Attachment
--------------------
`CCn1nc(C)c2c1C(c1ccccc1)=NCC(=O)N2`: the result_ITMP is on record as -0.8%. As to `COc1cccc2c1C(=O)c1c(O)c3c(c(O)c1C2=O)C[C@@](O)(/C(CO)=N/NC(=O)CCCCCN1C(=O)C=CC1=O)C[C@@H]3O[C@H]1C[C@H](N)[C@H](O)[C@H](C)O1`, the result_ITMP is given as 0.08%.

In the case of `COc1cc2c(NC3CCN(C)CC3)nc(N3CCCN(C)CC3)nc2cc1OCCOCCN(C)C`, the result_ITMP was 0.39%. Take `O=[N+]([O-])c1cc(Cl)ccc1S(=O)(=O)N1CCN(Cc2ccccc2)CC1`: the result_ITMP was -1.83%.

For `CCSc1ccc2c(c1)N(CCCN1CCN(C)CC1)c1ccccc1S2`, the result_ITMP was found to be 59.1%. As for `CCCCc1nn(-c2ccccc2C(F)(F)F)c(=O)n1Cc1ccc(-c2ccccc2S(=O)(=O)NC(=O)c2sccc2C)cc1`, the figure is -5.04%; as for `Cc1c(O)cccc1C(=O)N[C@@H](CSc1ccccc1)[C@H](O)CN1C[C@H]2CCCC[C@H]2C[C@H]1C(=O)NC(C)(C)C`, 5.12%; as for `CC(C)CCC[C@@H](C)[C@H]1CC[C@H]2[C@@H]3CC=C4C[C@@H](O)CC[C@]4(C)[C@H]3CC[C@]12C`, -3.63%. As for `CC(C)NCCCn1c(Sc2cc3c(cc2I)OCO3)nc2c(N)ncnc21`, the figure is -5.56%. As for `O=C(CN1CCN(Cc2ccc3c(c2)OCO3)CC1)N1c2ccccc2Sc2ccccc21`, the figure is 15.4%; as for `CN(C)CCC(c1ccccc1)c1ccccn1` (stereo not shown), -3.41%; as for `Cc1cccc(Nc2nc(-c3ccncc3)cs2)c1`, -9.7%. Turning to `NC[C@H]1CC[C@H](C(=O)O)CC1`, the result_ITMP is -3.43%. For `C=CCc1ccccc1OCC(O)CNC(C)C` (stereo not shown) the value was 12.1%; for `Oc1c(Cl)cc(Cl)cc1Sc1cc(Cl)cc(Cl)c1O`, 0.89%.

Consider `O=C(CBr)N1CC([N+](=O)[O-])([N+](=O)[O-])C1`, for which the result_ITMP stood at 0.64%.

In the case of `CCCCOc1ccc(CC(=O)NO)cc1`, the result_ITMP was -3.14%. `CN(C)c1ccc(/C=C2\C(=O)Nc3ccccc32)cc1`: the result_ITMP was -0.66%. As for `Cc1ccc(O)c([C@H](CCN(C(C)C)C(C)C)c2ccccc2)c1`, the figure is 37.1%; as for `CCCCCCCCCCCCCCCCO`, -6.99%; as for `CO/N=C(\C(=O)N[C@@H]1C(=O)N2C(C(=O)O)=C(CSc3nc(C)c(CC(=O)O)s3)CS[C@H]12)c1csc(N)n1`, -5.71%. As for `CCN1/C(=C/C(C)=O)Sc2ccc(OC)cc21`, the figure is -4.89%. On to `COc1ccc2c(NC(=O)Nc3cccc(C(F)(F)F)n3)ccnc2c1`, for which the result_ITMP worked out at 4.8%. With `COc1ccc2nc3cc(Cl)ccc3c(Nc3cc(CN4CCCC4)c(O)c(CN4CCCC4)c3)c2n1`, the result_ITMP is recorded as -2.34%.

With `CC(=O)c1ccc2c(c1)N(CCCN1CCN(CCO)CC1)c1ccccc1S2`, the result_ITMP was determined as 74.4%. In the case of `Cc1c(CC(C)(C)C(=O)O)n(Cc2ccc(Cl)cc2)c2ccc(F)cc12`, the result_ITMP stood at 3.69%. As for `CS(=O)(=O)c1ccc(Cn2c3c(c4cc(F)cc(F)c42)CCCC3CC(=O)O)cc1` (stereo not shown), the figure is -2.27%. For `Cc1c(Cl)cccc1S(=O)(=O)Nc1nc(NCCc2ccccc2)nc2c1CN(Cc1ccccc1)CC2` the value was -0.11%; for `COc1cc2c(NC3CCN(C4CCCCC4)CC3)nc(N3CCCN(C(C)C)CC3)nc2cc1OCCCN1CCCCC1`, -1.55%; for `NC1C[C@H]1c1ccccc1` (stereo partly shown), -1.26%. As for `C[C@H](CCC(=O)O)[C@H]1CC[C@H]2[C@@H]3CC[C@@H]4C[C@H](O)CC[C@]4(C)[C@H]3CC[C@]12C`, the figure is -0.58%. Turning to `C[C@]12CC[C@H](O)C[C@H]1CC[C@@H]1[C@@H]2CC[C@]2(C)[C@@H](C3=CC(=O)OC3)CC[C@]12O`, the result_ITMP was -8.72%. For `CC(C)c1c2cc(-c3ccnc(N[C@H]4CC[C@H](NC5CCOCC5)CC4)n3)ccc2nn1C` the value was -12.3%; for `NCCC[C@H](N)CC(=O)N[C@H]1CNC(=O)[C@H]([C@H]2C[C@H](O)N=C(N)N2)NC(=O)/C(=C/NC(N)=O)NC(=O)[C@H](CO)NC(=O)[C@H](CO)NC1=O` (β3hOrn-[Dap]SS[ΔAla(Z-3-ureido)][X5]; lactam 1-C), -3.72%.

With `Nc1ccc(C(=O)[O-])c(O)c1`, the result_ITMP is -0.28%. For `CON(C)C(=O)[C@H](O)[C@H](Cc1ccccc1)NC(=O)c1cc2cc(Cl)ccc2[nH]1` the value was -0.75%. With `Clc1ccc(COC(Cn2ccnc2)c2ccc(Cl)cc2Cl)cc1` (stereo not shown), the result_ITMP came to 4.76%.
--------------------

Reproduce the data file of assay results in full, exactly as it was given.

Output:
`CCn1nc(C)c2c1C(c1ccccc1)=NCC(=O)N2`: the result_ITMP is on record as -0.8%. As to `COc1cccc2c1C(=O)c1c(O)c3c(c(O)c1C2=O)C[C@@](O)(/C(CO)=N/NC(=O)CCCCCN1C(=O)C=CC1=O)C[C@@H]3O[C@H]1C[C@H](N)[C@H](O)[C@H](C)O1`, the result_ITMP is given as 0.08%.

In the case of `COc1cc2c(NC3CCN(C)CC3)nc(N3CCCN(C)CC3)nc2cc1OCCOCCN(C)C`, the result_ITMP was 0.39%. Take `O=[N+]([O-])c1cc(Cl)ccc1S(=O)(=O)N1CCN(Cc2ccccc2)CC1`: the result_ITMP was -1.83%.

For `CCSc1ccc2c(c1)N(CCCN1CCN(C)CC1)c1ccccc1S2`, the result_ITMP was found to be 59.1%. As for `CCCCc1nn(-c2ccccc2C(F)(F)F)c(=O)n1Cc1ccc(-c2ccccc2S(=O)(=O)NC(=O)c2sccc2C)cc1`, the figure is -5.04%; as for `Cc1c(O)cccc1C(=O)N[C@@H](CSc1ccccc1)[C@H](O)CN1C[C@H]2CCCC[C@H]2C[C@H]1C(=O)NC(C)(C)C`, 5.12%; as for `CC(C)CCC[C@@H](C)[C@H]1CC[C@H]2[C@@H]3CC=C4C[C@@H](O)CC[C@]4(C)[C@H]3CC[C@]12C`, -3.63%. As for `CC(C)NCCCn1c(Sc2cc3c(cc2I)OCO3)nc2c(N)ncnc21`, the figure is -5.56%. As for `O=C(CN1CCN(Cc2ccc3c(c2)OCO3)CC1)N1c2ccccc2Sc2ccccc21`, the figure is 15.4%; as for `CN(C)CCC(c1ccccc1)c1ccccn1` (stereo not shown), -3.41%; as for `Cc1cccc(Nc2nc(-c3ccncc3)cs2)c1`, -9.7%. Turning to `NC[C@H]1CC[C@H](C(=O)O)CC1`, the result_ITMP is -3.43%. For `C=CCc1ccccc1OCC(O)CNC(C)C` (stereo not shown) the value was 12.1%; for `Oc1c(Cl)cc(Cl)cc1Sc1cc(Cl)cc(Cl)c1O`, 0.89%.

Consider `O=C(CBr)N1CC([N+](=O)[O-])([N+](=O)[O-])C1`, for which the result_ITMP stood at 0.64%.

In the case of `CCCCOc1ccc(CC(=O)NO)cc1`, the result_ITMP was -3.14%. `CN(C)c1ccc(/C=C2\C(=O)Nc3ccccc32)cc1`: the result_ITMP was -0.66%. As for `Cc1ccc(O)c([C@H](CCN(C(C)C)C(C)C)c2ccccc2)c1`, the figure is 37.1%; as for `CCCCCCCCCCCCCCCCO`, -6.99%; as for `CO/N=C(\C(=O)N[C@@H]1C(=O)N2C(C(=O)O)=C(CSc3nc(C)c(CC(=O)O)s3)CS[C@H]12)c1csc(N)n1`, -5.71%. As for `CCN1/C(=C/C(C)=O)Sc2ccc(OC)cc21`, the figure is -4.89%. On to `COc1ccc2c(NC(=O)Nc3cccc(C(F)(F)F)n3)ccnc2c1`, for which the result_ITMP worked out at 4.8%. With `COc1ccc2nc3cc(Cl)ccc3c(Nc3cc(CN4CCCC4)c(O)c(CN4CCCC4)c3)c2n1`, the result_ITMP is recorded as -2.34%.

With `CC(=O)c1ccc2c(c1)N(CCCN1CCN(CCO)CC1)c1ccccc1S2`, the result_ITMP was determined as 74.4%. In the case of `Cc1c(CC(C)(C)C(=O)O)n(Cc2ccc(Cl)cc2)c2ccc(F)cc12`, the result_ITMP stood at 3.69%. As for `CS(=O)(=O)c1ccc(Cn2c3c(c4cc(F)cc(F)c42)CCCC3CC(=O)O)cc1` (stereo not shown), the figure is -2.27%. For `Cc1c(Cl)cccc1S(=O)(=O)Nc1nc(NCCc2ccccc2)nc2c1CN(Cc1ccccc1)CC2` the value was -0.11%; for `COc1cc2c(NC3CCN(C4CCCCC4)CC3)nc(N3CCCN(C(C)C)CC3)nc2cc1OCCCN1CCCCC1`, -1.55%; for `NC1C[C@H]1c1ccccc1` (stereo partly shown), -1.26%. As for `C[C@H](CCC(=O)O)[C@H]1CC[C@H]2[C@@H]3CC[C@@H]4C[C@H](O)CC[C@]4(C)[C@H]3CC[C@]12C`, the figure is -0.58%. Turning to `C[C@]12CC[C@H](O)C[C@H]1CC[C@@H]1[C@@H]2CC[C@]2(C)[C@@H](C3=CC(=O)OC3)CC[C@]12O`, the result_ITMP was -8.72%. For `CC(C)c1c2cc(-c3ccnc(N[C@H]4CC[C@H](NC5CCOCC5)CC4)n3)ccc2nn1C` the value was -12.3%; for `NCCC[C@H](N)CC(=O)N[C@H]1CNC(=O)[C@H]([C@H]2C[C@H](O)N=C(N)N2)NC(=O)/C(=C/NC(N)=O)NC(=O)[C@H](CO)NC(=O)[C@H](CO)NC1=O` (β3hOrn-[Dap]SS[ΔAla(Z-3-ureido)][X5]; lactam 1-C), -3.72%.

With `Nc1ccc(C(=O)[O-])c(O)c1`, the result_ITMP is -0.28%. For `CON(C)C(=O)[C@H](O)[C@H](Cc1ccccc1)NC(=O)c1cc2cc(Cl)ccc2[nH]1` the value was -0.75%. With `Clc1ccc(COC(Cn2ccnc2)c2ccc(Cl)cc2Cl)cc1` (stereo not shown), the result_ITMP came to 4.76%.